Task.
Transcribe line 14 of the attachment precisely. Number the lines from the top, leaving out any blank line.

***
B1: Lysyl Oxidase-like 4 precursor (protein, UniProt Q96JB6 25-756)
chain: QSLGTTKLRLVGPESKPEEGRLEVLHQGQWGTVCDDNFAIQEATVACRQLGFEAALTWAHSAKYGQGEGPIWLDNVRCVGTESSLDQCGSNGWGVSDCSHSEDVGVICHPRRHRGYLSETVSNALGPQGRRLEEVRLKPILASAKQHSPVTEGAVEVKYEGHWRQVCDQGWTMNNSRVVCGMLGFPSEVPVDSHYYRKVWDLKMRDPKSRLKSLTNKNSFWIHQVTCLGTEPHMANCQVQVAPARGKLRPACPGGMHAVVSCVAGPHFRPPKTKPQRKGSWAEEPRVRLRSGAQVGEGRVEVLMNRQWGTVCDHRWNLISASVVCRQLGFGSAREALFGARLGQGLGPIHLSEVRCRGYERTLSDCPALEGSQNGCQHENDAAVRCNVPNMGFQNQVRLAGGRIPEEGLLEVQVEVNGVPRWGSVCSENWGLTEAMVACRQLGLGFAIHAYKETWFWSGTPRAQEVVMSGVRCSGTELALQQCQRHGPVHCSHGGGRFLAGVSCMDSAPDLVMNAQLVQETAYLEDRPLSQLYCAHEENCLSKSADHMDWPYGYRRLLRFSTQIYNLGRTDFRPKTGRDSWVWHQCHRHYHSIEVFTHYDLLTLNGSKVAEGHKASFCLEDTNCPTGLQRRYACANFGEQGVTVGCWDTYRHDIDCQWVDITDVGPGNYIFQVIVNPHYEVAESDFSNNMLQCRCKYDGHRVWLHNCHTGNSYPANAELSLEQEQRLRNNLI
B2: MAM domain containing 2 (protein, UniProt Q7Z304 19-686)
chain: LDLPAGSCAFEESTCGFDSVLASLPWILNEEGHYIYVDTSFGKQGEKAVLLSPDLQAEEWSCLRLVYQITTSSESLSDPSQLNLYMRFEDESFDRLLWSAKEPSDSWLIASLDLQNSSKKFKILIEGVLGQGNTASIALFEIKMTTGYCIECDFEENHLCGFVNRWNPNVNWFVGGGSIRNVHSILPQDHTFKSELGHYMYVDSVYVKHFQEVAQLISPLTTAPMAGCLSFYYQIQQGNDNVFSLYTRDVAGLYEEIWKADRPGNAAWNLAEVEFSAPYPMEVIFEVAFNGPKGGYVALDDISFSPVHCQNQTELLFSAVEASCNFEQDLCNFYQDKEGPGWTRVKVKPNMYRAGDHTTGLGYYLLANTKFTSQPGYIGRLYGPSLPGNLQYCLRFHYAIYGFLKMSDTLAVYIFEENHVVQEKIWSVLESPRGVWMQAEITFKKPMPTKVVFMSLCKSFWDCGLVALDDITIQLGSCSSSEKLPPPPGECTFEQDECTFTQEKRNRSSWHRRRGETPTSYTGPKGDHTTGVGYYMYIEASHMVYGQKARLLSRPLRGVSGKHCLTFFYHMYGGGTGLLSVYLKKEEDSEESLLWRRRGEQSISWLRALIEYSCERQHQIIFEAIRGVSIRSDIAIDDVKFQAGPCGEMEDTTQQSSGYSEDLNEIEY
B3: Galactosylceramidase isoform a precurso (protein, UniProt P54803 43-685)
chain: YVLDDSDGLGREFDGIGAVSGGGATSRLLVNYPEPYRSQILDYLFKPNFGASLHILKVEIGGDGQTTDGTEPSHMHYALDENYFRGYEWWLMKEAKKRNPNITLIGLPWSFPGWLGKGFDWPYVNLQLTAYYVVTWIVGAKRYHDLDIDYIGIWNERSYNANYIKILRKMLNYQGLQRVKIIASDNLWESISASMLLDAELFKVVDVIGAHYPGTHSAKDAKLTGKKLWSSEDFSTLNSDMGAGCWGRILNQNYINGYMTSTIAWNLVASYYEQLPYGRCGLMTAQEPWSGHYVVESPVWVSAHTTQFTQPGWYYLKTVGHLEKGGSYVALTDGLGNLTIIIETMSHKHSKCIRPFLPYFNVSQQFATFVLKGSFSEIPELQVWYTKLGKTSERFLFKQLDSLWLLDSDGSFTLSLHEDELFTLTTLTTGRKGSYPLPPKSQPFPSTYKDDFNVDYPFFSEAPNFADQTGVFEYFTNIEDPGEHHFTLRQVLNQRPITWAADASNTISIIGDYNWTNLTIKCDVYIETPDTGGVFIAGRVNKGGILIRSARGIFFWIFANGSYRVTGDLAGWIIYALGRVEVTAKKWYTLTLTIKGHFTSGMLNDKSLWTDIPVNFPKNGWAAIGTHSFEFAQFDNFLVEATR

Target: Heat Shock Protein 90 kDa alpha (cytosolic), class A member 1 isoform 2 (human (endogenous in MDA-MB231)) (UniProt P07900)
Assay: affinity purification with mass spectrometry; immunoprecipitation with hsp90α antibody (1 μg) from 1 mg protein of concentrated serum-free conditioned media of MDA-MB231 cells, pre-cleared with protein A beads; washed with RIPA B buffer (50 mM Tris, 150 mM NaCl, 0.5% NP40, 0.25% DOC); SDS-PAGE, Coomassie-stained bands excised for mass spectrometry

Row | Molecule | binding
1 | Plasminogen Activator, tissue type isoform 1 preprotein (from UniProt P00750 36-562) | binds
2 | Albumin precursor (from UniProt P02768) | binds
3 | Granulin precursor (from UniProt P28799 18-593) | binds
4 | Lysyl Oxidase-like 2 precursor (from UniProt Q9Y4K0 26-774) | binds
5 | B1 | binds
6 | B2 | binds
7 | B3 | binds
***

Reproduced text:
5 | B1 | binds